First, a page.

Quintessence Int 30 (1999), No. 5 1. May 1999
Quintessence Int 30 (1999), No. 5 (01.05.1999)
Page 357-369, doi:10.3290/j.qi.a28248
Modeling of the oral malodor system and methods of analysis
Kleinberg, Israel / Codipilly, Milroy
Bacterial putrefaction is the central metabolic process involved in oral malodor and can easily be modeied in the salivary sediment system developed from centrifuged whole saliva. Methods used in this system for examining malodor have included measurement of (1) head space (gaseous-phase) and liquid-phase odors, organoleptically; (2) volatile sulfur compounds, by means of an electrochemical sensory instrument; (3) pH, Po2, and oxidation-reduetion potential with appropriate respective electrodes; (4) the malodorous compounds indole and skatole, colorimetrically; (5) substrate levels and their effects; and (6) bacterial numbers and types. The simplicity of the system permits other analyses to be easily added, if needed, and the influence of factors and agents that affect oral malodor to be assessed. Addition of odorigenic or nonodorigenic pure cultures to the mixed bacterial flora of the system enables modification of the microflora composition and high- and low-odor-producing microflora to be simulated and compared. Modeling validity has been enhanced by the use of complementary in vivo methods, such as a method used to measure the ability or potential of an oral microbial flora to produce malodor. The method involves in vivo challenge testing with cysteine, an amino acid, and measuring the hydrogen sulfide produced. Oral malodor is a multifactorial condition and models enable its systematic study and the quantitative testing of antimalodor agents.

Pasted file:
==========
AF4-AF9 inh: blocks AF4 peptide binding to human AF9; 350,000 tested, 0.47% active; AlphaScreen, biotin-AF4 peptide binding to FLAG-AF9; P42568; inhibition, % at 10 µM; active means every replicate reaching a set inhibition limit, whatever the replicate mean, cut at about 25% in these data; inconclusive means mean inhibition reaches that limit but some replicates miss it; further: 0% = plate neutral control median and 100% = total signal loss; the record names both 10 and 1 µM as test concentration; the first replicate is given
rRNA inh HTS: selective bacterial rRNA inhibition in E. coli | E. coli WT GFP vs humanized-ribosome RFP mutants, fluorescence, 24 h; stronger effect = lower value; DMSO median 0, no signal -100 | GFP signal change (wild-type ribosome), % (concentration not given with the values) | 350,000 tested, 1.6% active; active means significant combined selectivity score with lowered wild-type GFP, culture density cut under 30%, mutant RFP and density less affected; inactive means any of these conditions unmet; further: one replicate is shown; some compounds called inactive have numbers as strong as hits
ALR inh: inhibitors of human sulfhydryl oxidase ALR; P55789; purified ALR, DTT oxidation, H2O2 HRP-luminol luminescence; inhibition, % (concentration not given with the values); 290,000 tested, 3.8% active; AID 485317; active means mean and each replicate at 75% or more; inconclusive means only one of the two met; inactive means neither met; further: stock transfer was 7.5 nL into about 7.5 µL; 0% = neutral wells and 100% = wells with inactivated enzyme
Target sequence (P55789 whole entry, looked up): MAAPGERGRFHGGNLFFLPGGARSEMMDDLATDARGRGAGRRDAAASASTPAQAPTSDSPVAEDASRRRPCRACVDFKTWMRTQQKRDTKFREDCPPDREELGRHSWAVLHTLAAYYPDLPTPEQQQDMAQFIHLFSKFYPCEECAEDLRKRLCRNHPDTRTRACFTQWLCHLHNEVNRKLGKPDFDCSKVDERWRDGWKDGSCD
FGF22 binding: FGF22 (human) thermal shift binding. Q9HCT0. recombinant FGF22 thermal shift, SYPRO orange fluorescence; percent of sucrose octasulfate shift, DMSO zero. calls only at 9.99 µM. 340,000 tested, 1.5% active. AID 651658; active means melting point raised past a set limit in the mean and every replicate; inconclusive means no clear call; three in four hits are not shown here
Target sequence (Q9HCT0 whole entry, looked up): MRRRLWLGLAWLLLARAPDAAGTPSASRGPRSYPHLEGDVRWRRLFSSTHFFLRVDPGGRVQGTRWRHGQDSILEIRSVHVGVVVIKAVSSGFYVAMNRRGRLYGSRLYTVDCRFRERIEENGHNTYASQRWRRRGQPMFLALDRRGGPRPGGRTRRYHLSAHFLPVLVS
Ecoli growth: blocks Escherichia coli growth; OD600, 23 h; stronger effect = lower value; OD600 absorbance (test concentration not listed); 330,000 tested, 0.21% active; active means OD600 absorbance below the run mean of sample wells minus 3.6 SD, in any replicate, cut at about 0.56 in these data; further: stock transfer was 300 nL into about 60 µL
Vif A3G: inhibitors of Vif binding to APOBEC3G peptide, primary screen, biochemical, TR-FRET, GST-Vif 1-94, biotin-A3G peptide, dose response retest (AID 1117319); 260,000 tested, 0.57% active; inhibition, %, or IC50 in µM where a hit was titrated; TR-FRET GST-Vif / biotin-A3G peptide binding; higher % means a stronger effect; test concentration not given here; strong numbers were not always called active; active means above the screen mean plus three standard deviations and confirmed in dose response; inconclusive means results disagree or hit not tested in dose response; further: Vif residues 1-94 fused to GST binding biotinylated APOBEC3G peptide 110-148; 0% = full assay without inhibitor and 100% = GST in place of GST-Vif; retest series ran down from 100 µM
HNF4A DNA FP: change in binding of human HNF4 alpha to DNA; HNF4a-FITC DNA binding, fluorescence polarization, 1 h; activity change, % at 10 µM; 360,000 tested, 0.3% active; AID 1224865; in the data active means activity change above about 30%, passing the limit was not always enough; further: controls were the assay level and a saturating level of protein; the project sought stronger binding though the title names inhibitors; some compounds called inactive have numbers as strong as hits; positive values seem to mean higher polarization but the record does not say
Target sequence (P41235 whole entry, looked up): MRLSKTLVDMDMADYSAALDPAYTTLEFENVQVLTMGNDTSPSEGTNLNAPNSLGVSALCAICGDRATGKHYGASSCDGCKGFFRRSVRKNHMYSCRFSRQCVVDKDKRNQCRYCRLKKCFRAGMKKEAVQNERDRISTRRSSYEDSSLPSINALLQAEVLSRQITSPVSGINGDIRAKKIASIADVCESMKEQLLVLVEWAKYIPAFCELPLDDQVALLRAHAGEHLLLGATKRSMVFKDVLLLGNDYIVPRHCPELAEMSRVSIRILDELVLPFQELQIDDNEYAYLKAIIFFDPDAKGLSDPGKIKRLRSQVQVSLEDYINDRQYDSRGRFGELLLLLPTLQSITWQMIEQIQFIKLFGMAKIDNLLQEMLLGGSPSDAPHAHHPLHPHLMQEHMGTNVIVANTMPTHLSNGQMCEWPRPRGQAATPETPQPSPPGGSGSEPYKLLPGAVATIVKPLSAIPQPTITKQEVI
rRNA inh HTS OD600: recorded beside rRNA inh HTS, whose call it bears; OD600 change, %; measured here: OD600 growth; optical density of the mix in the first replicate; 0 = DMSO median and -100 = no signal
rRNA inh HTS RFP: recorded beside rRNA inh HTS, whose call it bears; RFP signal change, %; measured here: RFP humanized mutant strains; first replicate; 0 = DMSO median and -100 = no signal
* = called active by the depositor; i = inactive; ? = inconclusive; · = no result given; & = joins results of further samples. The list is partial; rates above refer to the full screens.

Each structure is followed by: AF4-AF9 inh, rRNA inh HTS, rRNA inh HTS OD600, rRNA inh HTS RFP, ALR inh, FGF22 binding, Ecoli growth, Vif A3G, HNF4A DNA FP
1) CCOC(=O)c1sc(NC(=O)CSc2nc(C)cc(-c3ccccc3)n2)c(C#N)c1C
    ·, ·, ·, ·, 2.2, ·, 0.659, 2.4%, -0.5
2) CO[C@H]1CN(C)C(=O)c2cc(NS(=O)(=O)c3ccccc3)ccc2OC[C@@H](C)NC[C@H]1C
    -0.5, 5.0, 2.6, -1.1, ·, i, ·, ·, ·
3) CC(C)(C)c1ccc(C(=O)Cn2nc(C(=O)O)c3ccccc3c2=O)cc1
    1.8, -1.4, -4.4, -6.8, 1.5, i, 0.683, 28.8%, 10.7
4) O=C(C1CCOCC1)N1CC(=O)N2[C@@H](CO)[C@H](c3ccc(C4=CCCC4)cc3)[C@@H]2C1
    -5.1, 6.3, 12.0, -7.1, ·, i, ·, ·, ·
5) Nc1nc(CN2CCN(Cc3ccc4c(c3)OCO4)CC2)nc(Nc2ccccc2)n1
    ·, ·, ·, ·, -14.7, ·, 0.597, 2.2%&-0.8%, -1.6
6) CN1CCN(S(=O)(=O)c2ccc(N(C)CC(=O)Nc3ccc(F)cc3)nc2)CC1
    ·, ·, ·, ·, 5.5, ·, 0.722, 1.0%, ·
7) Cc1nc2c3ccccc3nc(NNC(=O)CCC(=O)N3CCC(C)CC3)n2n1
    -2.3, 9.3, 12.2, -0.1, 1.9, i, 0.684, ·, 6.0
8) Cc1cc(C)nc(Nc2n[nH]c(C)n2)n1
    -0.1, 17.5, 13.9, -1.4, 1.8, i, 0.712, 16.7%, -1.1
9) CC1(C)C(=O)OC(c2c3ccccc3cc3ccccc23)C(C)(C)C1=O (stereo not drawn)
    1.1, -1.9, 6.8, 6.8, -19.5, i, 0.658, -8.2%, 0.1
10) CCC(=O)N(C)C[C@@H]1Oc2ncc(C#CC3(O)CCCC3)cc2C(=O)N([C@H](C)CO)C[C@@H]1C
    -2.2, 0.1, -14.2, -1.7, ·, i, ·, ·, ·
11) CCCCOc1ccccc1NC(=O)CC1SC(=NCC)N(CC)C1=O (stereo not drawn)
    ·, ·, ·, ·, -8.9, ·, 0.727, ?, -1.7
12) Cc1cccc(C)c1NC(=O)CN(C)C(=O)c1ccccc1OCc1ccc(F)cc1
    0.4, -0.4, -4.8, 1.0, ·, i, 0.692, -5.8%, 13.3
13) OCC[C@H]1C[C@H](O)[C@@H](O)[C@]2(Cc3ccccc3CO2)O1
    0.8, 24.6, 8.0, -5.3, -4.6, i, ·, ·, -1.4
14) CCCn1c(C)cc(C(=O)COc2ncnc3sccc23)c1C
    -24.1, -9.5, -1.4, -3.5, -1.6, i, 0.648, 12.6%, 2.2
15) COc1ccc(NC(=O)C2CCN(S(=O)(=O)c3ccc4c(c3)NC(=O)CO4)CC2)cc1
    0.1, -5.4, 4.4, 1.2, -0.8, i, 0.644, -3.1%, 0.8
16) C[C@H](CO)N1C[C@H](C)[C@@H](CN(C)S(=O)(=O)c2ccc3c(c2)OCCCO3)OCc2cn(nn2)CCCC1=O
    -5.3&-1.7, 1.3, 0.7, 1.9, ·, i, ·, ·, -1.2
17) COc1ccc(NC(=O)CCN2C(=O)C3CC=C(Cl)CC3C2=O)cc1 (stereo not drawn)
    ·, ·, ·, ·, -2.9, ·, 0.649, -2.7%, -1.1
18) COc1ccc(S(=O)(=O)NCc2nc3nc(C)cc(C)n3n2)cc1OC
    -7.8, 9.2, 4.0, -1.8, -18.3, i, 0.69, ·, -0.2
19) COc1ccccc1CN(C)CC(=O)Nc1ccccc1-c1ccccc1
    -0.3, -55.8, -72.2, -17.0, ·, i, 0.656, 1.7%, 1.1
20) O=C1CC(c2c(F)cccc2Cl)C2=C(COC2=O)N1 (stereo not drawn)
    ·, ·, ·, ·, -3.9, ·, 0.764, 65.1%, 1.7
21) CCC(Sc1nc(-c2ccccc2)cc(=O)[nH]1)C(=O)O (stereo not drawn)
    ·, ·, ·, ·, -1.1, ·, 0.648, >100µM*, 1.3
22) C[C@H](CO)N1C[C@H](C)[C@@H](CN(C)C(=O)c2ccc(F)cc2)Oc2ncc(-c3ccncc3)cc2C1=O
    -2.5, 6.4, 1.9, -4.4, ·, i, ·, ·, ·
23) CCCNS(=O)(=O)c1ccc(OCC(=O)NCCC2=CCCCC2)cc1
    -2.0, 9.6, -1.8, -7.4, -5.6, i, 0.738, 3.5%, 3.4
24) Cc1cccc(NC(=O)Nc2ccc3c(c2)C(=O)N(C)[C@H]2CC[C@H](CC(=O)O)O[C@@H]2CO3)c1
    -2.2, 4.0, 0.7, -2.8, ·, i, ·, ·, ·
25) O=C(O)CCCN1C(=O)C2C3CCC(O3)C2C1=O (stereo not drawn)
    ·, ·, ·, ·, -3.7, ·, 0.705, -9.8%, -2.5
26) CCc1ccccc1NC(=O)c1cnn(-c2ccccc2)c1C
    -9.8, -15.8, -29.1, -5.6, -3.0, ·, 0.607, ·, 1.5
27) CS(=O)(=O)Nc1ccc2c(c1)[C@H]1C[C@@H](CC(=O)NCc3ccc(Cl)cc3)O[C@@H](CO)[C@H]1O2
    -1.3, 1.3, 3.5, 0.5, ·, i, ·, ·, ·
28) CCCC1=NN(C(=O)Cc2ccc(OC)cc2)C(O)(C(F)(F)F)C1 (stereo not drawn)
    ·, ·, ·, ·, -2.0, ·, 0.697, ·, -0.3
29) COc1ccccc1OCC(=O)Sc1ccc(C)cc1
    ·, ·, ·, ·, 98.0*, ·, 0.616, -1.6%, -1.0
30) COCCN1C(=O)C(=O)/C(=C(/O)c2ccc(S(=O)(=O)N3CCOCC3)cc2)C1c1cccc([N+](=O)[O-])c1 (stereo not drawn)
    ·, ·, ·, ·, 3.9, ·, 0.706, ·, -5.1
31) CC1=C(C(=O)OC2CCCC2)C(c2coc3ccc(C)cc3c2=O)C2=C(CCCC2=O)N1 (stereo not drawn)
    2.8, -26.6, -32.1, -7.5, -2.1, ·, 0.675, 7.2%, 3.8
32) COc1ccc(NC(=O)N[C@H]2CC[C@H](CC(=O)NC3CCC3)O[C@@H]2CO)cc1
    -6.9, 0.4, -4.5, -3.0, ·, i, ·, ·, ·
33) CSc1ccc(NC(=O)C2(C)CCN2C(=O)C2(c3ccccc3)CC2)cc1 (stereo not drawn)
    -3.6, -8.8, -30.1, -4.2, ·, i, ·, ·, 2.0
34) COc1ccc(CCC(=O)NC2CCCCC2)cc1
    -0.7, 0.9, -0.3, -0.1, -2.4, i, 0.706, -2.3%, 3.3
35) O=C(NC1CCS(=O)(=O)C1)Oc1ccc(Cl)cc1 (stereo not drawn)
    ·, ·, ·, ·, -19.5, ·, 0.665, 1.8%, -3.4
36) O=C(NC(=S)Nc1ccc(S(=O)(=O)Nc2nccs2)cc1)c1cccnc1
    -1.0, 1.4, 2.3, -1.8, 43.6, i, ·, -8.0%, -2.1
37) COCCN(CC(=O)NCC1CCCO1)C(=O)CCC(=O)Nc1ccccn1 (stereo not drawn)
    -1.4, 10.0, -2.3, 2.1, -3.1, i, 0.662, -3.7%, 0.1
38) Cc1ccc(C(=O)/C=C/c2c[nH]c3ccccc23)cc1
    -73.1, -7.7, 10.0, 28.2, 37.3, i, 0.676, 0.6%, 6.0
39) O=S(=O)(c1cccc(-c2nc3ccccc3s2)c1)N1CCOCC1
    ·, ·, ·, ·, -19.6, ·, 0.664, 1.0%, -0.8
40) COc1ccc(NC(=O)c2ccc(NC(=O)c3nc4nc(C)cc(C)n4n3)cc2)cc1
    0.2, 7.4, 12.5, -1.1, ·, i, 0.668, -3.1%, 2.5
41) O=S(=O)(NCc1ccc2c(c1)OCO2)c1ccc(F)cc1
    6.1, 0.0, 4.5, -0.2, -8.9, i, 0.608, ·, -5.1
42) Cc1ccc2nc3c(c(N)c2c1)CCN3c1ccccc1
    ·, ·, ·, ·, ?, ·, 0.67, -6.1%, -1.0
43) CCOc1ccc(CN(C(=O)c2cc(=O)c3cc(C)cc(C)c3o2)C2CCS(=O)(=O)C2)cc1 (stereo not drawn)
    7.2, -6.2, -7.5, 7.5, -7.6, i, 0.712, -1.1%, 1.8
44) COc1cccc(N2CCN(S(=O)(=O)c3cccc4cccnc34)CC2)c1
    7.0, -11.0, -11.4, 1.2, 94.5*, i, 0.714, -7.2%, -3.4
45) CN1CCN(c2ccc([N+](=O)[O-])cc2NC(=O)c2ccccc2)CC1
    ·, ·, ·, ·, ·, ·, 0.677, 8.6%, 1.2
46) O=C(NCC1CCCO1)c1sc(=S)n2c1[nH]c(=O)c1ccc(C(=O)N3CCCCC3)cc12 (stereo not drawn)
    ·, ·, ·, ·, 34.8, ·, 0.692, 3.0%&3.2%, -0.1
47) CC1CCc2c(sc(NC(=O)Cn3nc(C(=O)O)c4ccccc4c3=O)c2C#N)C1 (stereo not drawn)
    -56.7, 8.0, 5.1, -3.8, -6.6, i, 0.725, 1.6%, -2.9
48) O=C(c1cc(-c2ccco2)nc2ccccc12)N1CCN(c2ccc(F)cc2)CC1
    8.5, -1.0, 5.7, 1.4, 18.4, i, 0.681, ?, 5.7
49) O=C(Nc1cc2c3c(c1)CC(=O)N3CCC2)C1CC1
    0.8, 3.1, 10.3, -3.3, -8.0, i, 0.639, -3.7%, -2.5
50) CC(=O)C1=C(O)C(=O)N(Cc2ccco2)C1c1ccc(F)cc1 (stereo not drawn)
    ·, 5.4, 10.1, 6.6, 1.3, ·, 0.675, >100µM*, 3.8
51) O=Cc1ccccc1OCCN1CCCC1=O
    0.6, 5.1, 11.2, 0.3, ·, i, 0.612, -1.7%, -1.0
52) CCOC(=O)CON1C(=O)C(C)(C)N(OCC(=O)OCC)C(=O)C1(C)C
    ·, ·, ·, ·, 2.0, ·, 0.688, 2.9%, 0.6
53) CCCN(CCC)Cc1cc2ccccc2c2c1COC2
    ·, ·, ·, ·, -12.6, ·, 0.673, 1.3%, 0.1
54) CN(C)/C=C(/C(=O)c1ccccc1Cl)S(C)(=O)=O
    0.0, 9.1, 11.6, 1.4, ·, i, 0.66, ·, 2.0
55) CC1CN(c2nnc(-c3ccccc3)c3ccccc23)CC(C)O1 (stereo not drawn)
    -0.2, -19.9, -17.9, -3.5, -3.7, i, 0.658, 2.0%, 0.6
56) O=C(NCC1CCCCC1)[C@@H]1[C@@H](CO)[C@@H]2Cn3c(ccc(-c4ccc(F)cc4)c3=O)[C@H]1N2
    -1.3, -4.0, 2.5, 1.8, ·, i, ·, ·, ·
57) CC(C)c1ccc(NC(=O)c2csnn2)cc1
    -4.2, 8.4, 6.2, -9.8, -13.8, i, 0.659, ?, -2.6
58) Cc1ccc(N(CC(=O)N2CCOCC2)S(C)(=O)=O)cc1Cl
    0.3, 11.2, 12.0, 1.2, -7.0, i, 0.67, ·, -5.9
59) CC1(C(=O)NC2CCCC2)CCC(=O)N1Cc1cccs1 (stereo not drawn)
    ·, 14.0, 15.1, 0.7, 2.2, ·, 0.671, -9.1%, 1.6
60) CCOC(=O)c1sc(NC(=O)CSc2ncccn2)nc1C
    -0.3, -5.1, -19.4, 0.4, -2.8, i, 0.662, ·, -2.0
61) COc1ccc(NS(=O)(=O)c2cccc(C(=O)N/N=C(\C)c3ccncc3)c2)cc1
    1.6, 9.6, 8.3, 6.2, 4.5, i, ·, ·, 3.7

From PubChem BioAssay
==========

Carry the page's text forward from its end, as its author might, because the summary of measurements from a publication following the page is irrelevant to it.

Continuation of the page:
Keywords: oral malodor, organoleptic measurement, salivary sediment system, volatile sulfur compounds